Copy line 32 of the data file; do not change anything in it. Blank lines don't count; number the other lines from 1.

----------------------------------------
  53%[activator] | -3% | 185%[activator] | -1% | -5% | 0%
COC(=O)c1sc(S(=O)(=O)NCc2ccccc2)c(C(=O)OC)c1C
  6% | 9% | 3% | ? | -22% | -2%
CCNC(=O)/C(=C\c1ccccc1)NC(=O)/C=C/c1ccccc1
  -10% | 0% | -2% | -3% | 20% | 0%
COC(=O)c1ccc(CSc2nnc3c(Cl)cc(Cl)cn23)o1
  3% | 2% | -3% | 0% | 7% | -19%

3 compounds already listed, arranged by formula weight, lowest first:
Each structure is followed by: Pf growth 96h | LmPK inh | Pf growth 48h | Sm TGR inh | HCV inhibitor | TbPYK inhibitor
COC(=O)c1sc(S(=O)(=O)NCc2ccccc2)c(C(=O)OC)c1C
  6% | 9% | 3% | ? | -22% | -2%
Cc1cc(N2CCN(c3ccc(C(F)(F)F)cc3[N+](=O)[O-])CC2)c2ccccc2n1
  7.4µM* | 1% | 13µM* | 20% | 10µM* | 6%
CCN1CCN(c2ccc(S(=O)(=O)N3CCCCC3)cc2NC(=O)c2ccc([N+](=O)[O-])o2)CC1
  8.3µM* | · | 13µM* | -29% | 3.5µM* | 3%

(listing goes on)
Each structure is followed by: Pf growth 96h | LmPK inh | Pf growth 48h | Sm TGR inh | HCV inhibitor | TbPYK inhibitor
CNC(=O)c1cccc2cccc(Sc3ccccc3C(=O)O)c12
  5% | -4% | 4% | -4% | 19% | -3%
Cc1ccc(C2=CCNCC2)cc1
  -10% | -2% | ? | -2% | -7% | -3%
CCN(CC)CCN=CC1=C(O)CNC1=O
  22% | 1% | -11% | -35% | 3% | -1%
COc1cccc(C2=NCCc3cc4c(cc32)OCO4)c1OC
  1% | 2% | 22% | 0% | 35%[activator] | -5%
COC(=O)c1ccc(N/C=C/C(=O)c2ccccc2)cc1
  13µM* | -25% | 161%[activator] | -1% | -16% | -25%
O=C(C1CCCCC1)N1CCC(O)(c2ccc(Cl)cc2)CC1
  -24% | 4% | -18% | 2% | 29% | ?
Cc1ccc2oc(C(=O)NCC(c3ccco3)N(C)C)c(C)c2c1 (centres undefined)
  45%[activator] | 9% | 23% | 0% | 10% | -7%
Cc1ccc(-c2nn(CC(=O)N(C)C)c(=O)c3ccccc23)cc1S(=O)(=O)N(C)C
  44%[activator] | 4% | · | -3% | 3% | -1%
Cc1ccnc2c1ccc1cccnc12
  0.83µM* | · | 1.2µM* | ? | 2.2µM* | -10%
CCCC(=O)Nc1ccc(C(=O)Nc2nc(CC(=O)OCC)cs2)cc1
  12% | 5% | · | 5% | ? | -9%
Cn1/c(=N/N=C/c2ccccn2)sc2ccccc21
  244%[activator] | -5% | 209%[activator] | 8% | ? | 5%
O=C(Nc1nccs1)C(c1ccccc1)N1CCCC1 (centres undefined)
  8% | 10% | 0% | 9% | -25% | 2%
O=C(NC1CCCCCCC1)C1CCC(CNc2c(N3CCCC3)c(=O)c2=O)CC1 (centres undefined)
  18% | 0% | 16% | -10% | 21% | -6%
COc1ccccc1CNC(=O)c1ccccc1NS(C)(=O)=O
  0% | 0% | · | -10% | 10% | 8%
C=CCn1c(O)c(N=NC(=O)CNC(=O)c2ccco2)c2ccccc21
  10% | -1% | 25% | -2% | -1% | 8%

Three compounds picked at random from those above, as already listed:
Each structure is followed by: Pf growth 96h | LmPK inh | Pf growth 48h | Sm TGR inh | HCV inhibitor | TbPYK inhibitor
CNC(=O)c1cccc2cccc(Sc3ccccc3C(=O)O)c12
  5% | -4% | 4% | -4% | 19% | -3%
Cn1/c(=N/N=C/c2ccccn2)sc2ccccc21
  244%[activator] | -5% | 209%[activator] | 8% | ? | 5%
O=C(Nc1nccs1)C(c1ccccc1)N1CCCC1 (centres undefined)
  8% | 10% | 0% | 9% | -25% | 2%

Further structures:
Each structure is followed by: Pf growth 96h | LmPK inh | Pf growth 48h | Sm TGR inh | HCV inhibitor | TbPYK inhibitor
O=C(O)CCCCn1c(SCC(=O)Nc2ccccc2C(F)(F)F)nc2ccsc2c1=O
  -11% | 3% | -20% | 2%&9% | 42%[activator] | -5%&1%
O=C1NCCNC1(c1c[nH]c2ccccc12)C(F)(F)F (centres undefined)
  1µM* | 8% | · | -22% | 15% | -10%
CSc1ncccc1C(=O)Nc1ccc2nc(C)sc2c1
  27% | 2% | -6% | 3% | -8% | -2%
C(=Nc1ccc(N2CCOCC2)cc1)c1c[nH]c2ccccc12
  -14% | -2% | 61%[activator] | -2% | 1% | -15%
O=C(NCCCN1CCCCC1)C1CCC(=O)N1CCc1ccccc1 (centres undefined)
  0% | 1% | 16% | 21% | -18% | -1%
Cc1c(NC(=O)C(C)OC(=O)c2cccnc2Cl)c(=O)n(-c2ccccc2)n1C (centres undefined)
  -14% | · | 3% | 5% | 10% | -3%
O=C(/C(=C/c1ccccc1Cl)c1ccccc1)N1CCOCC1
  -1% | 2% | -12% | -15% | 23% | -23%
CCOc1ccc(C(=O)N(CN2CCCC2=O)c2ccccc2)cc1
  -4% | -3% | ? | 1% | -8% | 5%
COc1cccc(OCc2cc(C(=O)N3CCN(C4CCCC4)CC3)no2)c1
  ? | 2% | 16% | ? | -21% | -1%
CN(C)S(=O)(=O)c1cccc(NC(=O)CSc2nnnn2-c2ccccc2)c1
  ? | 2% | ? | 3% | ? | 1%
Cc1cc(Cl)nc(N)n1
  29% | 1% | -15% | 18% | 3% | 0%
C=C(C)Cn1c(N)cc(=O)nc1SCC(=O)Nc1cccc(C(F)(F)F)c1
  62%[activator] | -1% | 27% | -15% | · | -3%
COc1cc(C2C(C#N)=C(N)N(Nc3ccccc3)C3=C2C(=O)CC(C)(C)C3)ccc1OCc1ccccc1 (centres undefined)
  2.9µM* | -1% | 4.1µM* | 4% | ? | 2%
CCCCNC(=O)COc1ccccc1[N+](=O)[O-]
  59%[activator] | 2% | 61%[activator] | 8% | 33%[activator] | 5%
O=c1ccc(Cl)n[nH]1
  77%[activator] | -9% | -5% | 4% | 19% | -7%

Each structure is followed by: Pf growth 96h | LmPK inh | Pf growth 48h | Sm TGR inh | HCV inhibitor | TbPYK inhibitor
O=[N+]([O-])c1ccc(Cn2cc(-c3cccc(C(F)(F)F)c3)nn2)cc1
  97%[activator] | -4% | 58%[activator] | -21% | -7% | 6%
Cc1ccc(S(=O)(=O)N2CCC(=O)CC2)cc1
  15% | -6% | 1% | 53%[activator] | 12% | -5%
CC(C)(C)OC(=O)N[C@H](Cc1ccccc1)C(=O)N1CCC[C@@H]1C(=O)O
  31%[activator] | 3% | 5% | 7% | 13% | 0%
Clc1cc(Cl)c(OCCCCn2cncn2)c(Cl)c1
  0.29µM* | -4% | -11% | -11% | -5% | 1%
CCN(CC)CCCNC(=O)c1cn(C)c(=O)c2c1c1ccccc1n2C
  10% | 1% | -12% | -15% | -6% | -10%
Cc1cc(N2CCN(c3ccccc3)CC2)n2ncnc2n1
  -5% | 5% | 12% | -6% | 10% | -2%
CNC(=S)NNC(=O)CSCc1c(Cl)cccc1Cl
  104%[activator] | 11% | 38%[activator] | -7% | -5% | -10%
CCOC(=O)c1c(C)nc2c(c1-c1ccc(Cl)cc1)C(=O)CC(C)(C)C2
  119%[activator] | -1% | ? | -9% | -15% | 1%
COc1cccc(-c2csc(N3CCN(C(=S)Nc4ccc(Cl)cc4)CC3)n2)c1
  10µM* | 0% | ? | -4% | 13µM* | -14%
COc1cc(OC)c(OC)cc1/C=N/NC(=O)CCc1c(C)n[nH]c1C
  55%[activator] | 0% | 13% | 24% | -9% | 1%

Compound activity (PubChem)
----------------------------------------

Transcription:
Cc1ccc(-c2nn(CC(=O)N(C)C)c(=O)c3ccccc23)cc1S(=O)(=O)N(C)C